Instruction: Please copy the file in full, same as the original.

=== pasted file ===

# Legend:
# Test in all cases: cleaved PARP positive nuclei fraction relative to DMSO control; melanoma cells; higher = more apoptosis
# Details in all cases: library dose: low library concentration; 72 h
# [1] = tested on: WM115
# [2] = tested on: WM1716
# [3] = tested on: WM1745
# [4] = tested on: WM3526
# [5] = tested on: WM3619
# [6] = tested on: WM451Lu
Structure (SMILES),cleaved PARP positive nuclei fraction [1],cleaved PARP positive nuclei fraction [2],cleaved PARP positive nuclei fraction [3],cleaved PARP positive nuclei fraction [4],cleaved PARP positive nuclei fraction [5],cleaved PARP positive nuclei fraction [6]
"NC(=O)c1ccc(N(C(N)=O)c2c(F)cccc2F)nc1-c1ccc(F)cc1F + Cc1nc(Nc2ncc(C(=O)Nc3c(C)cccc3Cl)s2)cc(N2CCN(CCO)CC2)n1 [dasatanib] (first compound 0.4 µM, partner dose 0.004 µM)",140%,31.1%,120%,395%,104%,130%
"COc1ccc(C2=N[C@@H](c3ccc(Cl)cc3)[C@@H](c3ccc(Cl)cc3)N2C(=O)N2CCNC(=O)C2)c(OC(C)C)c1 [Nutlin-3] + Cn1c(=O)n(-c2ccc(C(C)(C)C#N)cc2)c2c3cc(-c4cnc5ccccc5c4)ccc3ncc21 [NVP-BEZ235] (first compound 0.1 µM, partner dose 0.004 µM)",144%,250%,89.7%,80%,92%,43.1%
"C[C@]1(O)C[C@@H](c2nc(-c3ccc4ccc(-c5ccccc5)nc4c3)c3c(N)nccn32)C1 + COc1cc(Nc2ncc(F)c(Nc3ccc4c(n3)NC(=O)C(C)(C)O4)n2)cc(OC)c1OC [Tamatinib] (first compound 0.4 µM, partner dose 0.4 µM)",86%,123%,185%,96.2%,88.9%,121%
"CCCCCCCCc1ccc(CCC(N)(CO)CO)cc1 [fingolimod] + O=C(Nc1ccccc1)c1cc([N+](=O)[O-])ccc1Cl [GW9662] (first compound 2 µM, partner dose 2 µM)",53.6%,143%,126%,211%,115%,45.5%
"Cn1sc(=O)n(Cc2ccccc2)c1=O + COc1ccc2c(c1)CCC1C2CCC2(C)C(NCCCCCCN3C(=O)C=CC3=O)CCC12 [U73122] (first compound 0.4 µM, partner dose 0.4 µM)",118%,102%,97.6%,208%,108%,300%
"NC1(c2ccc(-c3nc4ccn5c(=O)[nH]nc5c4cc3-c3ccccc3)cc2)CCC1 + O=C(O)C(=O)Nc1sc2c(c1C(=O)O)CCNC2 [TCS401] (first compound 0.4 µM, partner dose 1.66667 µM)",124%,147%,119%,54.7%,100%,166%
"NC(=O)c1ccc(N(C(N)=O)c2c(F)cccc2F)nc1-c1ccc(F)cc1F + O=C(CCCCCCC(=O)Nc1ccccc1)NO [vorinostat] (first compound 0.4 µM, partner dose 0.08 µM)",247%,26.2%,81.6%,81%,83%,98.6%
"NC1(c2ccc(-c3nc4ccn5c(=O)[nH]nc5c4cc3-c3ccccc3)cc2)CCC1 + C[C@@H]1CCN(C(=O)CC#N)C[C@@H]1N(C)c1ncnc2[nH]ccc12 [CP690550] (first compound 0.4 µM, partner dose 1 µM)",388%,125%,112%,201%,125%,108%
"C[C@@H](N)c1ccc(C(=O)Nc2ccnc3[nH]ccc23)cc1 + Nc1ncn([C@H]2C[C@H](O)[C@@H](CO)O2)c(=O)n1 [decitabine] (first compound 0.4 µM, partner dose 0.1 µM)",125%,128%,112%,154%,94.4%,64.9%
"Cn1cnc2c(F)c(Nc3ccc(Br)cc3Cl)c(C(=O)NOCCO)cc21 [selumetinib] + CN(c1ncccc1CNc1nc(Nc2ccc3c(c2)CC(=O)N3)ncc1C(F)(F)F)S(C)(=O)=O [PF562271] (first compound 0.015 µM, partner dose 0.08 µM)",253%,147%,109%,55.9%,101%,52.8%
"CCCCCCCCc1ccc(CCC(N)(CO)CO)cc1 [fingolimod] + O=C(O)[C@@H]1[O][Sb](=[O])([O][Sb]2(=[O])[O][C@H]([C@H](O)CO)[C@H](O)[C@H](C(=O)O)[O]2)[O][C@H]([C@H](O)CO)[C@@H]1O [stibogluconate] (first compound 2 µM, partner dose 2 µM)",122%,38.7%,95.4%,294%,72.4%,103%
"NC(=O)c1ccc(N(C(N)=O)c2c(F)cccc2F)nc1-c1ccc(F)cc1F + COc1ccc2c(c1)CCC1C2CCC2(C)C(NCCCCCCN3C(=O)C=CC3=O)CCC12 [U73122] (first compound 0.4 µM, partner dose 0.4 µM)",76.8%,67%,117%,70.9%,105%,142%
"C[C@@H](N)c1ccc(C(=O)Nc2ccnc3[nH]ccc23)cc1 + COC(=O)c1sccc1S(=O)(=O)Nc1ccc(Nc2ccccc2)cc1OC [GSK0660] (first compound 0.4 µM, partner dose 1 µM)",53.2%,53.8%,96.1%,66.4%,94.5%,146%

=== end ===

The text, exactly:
# Legend:
# Test in all cases: cleaved PARP positive nuclei fraction relative to DMSO control; melanoma cells; higher = more apoptosis
# Details in all cases: library dose: low library concentration; 72 h
# [1] = tested on: WM115
# [2] = tested on: WM1716
# [3] = tested on: WM1745
# [4] = tested on: WM3526
# [5] = tested on: WM3619
# [6] = tested on: WM451Lu
Structure (SMILES),cleaved PARP positive nuclei fraction [1],cleaved PARP positive nuclei fraction [2],cleaved PARP positive nuclei fraction [3],cleaved PARP positive nuclei fraction [4],cleaved PARP positive nuclei fraction [5],cleaved PARP positive nuclei fraction [6]
"NC(=O)c1ccc(N(C(N)=O)c2c(F)cccc2F)nc1-c1ccc(F)cc1F + Cc1nc(Nc2ncc(C(=O)Nc3c(C)cccc3Cl)s2)cc(N2CCN(CCO)CC2)n1 [dasatanib] (first compound 0.4 µM, partner dose 0.004 µM)",140%,31.1%,120%,395%,104%,130%
"COc1ccc(C2=N[C@@H](c3ccc(Cl)cc3)[C@@H](c3ccc(Cl)cc3)N2C(=O)N2CCNC(=O)C2)c(OC(C)C)c1 [Nutlin-3] + Cn1c(=O)n(-c2ccc(C(C)(C)C#N)cc2)c2c3cc(-c4cnc5ccccc5c4)ccc3ncc21 [NVP-BEZ235] (first compound 0.1 µM, partner dose 0.004 µM)",144%,250%,89.7%,80%,92%,43.1%
"C[C@]1(O)C[C@@H](c2nc(-c3ccc4ccc(-c5ccccc5)nc4c3)c3c(N)nccn32)C1 + COc1cc(Nc2ncc(F)c(Nc3ccc4c(n3)NC(=O)C(C)(C)O4)n2)cc(OC)c1OC [Tamatinib] (first compound 0.4 µM, partner dose 0.4 µM)",86%,123%,185%,96.2%,88.9%,121%
"CCCCCCCCc1ccc(CCC(N)(CO)CO)cc1 [fingolimod] + O=C(Nc1ccccc1)c1cc([N+](=O)[O-])ccc1Cl [GW9662] (first compound 2 µM, partner dose 2 µM)",53.6%,143%,126%,211%,115%,45.5%
"Cn1sc(=O)n(Cc2ccccc2)c1=O + COc1ccc2c(c1)CCC1C2CCC2(C)C(NCCCCCCN3C(=O)C=CC3=O)CCC12 [U73122] (first compound 0.4 µM, partner dose 0.4 µM)",118%,102%,97.6%,208%,108%,300%
"NC1(c2ccc(-c3nc4ccn5c(=O)[nH]nc5c4cc3-c3ccccc3)cc2)CCC1 + O=C(O)C(=O)Nc1sc2c(c1C(=O)O)CCNC2 [TCS401] (first compound 0.4 µM, partner dose 1.66667 µM)",124%,147%,119%,54.7%,100%,166%
"NC(=O)c1ccc(N(C(N)=O)c2c(F)cccc2F)nc1-c1ccc(F)cc1F + O=C(CCCCCCC(=O)Nc1ccccc1)NO [vorinostat] (first compound 0.4 µM, partner dose 0.08 µM)",247%,26.2%,81.6%,81%,83%,98.6%
"NC1(c2ccc(-c3nc4ccn5c(=O)[nH]nc5c4cc3-c3ccccc3)cc2)CCC1 + C[C@@H]1CCN(C(=O)CC#N)C[C@@H]1N(C)c1ncnc2[nH]ccc12 [CP690550] (first compound 0.4 µM, partner dose 1 µM)",388%,125%,112%,201%,125%,108%
"C[C@@H](N)c1ccc(C(=O)Nc2ccnc3[nH]ccc23)cc1 + Nc1ncn([C@H]2C[C@H](O)[C@@H](CO)O2)c(=O)n1 [decitabine] (first compound 0.4 µM, partner dose 0.1 µM)",125%,128%,112%,154%,94.4%,64.9%
"Cn1cnc2c(F)c(Nc3ccc(Br)cc3Cl)c(C(=O)NOCCO)cc21 [selumetinib] + CN(c1ncccc1CNc1nc(Nc2ccc3c(c2)CC(=O)N3)ncc1C(F)(F)F)S(C)(=O)=O [PF562271] (first compound 0.015 µM, partner dose 0.08 µM)",253%,147%,109%,55.9%,101%,52.8%
"CCCCCCCCc1ccc(CCC(N)(CO)CO)cc1 [fingolimod] + O=C(O)[C@@H]1[O][Sb](=[O])([O][Sb]2(=[O])[O][C@H]([C@H](O)CO)[C@H](O)[C@H](C(=O)O)[O]2)[O][C@H]([C@H](O)CO)[C@@H]1O [stibogluconate] (first compound 2 µM, partner dose 2 µM)",122%,38.7%,95.4%,294%,72.4%,103%
"NC(=O)c1ccc(N(C(N)=O)c2c(F)cccc2F)nc1-c1ccc(F)cc1F + COc1ccc2c(c1)CCC1C2CCC2(C)C(NCCCCCCN3C(=O)C=CC3=O)CCC12 [U73122] (first compound 0.4 µM, partner dose 0.4 µM)",76.8%,67%,117%,70.9%,105%,142%
"C[C@@H](N)c1ccc(C(=O)Nc2ccnc3[nH]ccc23)cc1 + COC(=O)c1sccc1S(=O)(=O)Nc1ccc(Nc2ccccc2)cc1OC [GSK0660] (first compound 0.4 µM, partner dose 1 µM)",53.2%,53.8%,96.1%,66.4%,94.5%,146%